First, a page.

George Henry White and Harvey Beech
George Henry White was a Republican U.S. Congressman from North Carolina between 1897 and 1901. He is considered the last African American Congressman of the Reconstruction era, although his election came twenty years after the era's "official" end. By the time of his election, Reconstruction had long since been overturned throughout almost all of the South, making it impossible for blacks to be elected to federal office. After White left office, no other black American would serve in Congress until Oscar De Priest was elected in 1928; no other black American would be elected to Congress from the South until after the Civil Rights Movement of the 1960'.
Born in Rosindale, North Carolina, White first attended private "old field" schools, before entering public schools after the Civil War. He was then educated at Whitin Normal School in Lumberton, N.C., before entering Howard University in Washington, D.C. in 1874. After graduating from Howard in 1877, he studied law privately and was admitted to the North Carolina bar in 1879, practicing in New Bern, North Carolina. He taught school in New Bern and later became principal of the New Bern State Normal School, one of four training institutions for African American teachers created by the legislature in 1881.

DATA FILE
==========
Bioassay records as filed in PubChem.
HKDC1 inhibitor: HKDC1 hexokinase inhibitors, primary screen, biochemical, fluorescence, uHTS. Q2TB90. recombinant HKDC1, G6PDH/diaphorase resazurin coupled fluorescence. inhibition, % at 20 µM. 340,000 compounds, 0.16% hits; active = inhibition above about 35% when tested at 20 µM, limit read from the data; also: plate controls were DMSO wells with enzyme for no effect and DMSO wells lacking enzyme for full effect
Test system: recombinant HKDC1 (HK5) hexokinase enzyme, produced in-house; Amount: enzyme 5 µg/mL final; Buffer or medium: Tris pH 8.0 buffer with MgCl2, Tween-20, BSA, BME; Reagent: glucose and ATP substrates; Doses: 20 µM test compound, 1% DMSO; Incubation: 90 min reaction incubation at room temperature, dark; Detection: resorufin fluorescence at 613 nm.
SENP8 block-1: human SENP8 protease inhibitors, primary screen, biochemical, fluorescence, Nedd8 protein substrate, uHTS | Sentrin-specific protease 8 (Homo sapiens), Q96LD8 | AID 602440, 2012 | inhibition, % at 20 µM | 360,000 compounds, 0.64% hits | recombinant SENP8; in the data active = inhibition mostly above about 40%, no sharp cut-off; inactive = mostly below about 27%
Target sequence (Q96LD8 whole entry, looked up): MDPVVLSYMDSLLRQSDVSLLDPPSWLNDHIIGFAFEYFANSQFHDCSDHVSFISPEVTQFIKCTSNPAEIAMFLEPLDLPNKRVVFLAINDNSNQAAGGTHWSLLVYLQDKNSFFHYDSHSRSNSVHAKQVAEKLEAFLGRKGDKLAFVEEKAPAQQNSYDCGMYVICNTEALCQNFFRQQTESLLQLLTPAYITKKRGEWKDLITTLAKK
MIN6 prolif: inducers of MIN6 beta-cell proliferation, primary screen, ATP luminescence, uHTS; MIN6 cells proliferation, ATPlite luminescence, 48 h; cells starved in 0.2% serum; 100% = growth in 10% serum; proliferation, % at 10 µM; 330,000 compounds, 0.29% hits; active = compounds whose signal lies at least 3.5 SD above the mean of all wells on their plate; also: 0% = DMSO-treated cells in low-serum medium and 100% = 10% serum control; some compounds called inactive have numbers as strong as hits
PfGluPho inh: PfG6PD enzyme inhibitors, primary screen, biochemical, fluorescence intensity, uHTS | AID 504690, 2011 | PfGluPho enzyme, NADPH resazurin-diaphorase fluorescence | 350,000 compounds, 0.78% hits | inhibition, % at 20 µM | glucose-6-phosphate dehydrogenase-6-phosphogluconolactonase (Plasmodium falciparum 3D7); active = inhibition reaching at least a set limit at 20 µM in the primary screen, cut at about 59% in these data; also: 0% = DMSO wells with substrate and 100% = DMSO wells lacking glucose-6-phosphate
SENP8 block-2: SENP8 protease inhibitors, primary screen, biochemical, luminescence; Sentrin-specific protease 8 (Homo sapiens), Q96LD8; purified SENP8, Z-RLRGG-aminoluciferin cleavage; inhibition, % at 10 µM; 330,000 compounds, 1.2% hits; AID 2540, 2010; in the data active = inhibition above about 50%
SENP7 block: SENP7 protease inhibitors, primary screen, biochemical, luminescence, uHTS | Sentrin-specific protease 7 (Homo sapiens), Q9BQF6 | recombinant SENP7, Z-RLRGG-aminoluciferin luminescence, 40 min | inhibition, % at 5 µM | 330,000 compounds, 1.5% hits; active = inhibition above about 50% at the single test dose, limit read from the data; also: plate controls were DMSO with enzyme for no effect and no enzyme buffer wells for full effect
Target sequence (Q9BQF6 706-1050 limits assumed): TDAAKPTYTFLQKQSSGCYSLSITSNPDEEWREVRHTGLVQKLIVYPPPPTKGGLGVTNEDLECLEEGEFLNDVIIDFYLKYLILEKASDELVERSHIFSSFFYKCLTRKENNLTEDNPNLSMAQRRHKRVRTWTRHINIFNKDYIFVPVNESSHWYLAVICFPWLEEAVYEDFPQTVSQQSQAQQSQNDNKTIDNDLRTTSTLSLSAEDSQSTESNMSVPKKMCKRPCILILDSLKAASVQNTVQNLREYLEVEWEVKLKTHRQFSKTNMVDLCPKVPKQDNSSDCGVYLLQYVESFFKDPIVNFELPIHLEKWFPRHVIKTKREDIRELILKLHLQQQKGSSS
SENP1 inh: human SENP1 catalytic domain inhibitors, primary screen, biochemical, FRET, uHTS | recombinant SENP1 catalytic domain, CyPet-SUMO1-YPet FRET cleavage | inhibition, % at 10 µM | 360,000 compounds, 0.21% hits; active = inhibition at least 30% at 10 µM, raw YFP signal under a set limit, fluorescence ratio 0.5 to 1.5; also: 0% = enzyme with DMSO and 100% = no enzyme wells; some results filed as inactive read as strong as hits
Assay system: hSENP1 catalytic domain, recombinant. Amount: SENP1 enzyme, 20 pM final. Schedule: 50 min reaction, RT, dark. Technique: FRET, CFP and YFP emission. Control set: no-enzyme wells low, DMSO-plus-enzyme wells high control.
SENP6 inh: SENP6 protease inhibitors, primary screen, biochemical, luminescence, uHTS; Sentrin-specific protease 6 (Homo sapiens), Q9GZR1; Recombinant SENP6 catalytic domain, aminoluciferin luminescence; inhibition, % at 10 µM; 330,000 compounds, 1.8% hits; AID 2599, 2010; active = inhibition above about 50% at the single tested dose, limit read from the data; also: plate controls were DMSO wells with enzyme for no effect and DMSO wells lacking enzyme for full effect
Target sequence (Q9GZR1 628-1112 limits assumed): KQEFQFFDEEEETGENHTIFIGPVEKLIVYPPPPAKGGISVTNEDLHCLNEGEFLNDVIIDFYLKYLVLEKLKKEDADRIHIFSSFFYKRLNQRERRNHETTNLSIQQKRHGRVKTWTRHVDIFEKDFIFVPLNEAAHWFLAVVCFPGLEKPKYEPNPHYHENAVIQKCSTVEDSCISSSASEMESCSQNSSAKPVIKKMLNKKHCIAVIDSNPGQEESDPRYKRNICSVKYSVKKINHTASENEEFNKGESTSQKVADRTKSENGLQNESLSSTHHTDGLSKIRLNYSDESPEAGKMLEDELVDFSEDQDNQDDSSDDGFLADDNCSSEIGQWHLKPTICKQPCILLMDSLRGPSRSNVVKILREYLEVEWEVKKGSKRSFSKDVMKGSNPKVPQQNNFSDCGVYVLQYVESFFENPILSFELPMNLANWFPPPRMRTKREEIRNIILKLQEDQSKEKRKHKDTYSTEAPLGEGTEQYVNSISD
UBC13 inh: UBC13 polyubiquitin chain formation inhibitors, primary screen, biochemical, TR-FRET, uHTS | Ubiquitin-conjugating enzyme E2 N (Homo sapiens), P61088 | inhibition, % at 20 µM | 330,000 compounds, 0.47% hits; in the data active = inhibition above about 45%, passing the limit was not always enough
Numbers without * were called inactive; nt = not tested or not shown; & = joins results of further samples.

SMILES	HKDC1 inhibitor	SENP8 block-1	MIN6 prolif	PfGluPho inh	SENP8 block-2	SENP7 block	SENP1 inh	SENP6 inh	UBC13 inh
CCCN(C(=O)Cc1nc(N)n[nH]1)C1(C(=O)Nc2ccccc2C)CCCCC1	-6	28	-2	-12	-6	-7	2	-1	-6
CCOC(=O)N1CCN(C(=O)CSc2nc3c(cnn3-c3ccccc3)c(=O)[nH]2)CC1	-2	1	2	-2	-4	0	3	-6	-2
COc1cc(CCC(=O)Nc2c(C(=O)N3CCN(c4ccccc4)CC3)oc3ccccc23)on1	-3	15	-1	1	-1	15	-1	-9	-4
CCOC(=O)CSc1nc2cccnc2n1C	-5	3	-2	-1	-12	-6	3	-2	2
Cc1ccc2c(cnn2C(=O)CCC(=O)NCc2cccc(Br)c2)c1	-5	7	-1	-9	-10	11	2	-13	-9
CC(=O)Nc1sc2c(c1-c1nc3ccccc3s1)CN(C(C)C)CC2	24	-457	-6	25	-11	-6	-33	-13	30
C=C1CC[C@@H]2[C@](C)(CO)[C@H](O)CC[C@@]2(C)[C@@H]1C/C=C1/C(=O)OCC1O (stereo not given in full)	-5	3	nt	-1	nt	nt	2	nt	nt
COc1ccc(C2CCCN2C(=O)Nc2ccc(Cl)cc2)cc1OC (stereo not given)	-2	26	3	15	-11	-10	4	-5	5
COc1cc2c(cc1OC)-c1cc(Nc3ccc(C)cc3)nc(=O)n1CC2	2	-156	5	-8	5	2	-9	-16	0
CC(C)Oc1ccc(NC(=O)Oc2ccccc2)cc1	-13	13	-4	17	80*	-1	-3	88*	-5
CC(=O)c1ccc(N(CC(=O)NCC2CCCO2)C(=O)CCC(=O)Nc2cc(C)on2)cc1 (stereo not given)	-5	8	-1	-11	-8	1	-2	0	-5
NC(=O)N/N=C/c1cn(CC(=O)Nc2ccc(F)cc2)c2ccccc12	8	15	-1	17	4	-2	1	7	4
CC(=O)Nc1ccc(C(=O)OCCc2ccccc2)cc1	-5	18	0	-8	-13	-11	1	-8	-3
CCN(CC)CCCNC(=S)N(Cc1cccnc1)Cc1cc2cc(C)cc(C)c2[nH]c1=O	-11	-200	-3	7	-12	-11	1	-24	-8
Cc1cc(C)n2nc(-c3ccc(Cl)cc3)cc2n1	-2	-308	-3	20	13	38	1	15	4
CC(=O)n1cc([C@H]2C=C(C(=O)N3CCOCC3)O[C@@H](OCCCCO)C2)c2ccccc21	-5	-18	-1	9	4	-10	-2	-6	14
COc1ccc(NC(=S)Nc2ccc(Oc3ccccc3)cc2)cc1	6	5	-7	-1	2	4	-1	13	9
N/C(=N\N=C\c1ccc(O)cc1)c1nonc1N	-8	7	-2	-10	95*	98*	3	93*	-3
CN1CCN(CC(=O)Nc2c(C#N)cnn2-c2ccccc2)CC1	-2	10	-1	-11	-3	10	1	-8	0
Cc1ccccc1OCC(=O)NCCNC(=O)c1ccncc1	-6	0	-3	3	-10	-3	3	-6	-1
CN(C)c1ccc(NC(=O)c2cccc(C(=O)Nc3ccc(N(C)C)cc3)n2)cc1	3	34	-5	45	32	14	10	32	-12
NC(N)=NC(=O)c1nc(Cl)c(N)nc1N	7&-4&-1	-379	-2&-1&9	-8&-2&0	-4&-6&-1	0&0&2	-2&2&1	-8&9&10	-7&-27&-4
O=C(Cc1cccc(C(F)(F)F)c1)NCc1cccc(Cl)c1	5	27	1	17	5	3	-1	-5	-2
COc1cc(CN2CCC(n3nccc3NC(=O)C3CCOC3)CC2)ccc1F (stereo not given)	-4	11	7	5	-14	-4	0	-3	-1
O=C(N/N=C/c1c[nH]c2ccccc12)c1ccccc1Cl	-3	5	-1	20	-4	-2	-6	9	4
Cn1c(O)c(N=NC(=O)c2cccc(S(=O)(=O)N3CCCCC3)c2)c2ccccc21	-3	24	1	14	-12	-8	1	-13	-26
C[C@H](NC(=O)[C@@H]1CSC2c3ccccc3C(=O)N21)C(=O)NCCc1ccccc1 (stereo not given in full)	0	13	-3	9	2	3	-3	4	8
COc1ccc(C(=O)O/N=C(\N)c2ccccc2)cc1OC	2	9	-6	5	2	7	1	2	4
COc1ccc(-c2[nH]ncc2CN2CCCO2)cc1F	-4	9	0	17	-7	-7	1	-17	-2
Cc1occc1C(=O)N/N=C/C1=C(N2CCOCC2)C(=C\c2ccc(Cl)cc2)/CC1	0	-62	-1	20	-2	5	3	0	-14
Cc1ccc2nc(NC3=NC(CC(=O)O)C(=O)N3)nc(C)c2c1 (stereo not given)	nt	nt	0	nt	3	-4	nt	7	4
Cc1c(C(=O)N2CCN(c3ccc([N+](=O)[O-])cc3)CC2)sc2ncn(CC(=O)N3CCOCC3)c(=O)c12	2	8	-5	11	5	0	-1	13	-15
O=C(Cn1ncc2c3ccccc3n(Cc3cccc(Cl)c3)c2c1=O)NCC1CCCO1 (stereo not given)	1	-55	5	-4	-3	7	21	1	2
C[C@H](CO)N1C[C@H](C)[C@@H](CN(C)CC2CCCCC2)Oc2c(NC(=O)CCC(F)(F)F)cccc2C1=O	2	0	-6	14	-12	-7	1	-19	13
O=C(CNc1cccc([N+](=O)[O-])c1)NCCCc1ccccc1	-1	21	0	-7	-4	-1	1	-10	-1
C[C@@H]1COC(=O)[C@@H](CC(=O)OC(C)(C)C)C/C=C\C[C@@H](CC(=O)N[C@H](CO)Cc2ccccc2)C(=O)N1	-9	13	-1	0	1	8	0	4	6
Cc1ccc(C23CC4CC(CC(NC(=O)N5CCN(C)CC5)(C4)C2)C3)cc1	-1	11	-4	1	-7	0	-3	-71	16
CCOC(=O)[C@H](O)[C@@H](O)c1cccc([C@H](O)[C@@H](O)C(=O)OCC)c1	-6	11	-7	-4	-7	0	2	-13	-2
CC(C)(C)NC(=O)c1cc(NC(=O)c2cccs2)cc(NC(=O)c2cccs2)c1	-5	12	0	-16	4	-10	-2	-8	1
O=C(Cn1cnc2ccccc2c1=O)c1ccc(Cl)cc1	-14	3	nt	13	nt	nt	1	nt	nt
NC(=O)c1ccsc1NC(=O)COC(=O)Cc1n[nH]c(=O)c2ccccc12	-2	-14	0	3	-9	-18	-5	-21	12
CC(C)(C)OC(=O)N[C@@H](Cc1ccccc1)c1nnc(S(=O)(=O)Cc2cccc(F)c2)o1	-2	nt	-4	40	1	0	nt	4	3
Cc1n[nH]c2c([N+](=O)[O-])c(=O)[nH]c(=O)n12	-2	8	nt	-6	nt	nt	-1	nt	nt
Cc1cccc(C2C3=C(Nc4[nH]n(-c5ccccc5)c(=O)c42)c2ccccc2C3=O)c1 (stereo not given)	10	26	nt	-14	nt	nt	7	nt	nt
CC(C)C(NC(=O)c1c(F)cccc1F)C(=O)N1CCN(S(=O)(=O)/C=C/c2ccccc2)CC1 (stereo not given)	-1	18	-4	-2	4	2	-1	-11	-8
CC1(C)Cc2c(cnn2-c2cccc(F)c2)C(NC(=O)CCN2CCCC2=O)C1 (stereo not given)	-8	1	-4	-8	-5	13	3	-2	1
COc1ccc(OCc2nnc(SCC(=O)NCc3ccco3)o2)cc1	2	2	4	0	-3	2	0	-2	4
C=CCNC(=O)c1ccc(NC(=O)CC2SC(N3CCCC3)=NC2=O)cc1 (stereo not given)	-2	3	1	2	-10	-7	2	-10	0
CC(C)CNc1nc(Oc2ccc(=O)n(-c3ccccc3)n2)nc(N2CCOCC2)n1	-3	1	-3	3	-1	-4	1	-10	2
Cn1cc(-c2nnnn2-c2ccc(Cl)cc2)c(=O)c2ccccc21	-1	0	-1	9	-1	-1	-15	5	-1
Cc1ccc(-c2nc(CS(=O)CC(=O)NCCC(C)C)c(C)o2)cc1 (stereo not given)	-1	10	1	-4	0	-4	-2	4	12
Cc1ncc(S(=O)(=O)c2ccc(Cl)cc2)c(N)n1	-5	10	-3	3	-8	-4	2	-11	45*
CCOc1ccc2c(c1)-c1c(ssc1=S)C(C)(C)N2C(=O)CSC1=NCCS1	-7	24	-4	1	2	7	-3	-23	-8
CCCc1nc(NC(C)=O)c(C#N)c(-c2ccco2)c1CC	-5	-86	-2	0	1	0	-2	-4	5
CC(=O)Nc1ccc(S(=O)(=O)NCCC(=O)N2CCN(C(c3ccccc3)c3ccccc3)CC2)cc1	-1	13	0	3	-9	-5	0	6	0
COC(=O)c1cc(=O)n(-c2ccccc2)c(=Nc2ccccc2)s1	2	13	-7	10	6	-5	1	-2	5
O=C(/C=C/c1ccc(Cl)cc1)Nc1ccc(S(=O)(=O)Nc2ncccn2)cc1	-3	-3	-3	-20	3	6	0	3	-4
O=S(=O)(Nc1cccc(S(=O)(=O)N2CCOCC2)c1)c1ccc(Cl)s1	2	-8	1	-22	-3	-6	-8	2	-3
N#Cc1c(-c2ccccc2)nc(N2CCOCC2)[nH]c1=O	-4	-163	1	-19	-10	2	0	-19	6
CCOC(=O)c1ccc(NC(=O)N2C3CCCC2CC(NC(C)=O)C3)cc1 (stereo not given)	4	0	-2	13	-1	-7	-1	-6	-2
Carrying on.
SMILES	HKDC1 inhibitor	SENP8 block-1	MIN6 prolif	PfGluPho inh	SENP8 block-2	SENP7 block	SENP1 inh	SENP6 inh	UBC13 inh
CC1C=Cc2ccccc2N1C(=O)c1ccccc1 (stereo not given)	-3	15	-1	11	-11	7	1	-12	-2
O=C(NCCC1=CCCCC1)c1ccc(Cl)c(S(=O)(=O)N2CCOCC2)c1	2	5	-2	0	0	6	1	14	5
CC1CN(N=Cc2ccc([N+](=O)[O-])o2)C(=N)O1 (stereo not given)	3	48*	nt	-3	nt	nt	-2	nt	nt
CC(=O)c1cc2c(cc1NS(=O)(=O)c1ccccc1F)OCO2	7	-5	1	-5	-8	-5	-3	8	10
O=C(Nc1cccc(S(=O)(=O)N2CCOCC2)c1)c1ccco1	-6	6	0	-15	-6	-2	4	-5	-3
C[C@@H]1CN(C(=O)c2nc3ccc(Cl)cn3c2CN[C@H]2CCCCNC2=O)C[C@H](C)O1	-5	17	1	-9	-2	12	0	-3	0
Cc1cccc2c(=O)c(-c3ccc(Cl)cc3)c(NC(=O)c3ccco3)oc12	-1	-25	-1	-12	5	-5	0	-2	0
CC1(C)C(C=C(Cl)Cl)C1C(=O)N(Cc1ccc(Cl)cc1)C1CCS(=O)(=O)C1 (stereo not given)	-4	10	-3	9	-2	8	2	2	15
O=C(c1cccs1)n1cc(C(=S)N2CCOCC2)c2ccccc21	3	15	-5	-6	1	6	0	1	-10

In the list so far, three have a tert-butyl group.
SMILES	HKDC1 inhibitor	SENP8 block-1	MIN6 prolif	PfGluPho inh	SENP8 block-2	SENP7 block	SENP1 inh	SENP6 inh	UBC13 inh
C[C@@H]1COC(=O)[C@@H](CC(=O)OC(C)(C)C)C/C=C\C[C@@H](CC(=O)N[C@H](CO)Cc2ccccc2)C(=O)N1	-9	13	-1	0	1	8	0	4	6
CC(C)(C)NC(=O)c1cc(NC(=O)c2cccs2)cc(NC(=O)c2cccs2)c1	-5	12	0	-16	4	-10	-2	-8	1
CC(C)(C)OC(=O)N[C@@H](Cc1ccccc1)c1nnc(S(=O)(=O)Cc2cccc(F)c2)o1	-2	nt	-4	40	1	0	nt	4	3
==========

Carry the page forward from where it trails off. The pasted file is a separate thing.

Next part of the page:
White entered politics as a Republican in 1880. He was elected to a single term in the North Carolina House of Representatives in 1880, and then to the North Carolina Senate in 1884 from Craven County, N.C. In 1886, he was elected solicitor and prosecuting attorney for the second judicial district of North Carolina, a post he held until 1894.
A delegate to the 1896 and 1900 Republican National Conventions, White was elected to the U.S. Congress in 1896 and re-elected in a three-way race in 1898. As North Carolina Democrats changed laws and intimidated blacks from voting, he chose not to seek a third term and returned to law and banking. He delivered his final speech on January 29, 1901. "This is perhaps the Negroes' temporary farewell to the American Congress," he said, "but let me say, Phoenix-like he will rise up some day and come again. These parting words are in behalf of an outraged, heart-broken, bruised and bleeding, but God-fearing people; faithful, industrious, loyal, rising people – full of potential force."
White was an early officer in the National Afro-American Council, a nationwide civil rights organization created in 1898. White moved in 1906 to Philadelphia, Pennsylvania, where he practiced law and operated a commercial savings bank. He also founded the town of Whitesboro, N.J., as a real estate development. After the Council dissolved in 1908, he was also an early member of the National Association for the Advancement of Colored People, which formed its Philadelphia chapter in 1913. He died in Philadelphia in in 1918, and is buried at Eden Cemetery nearby.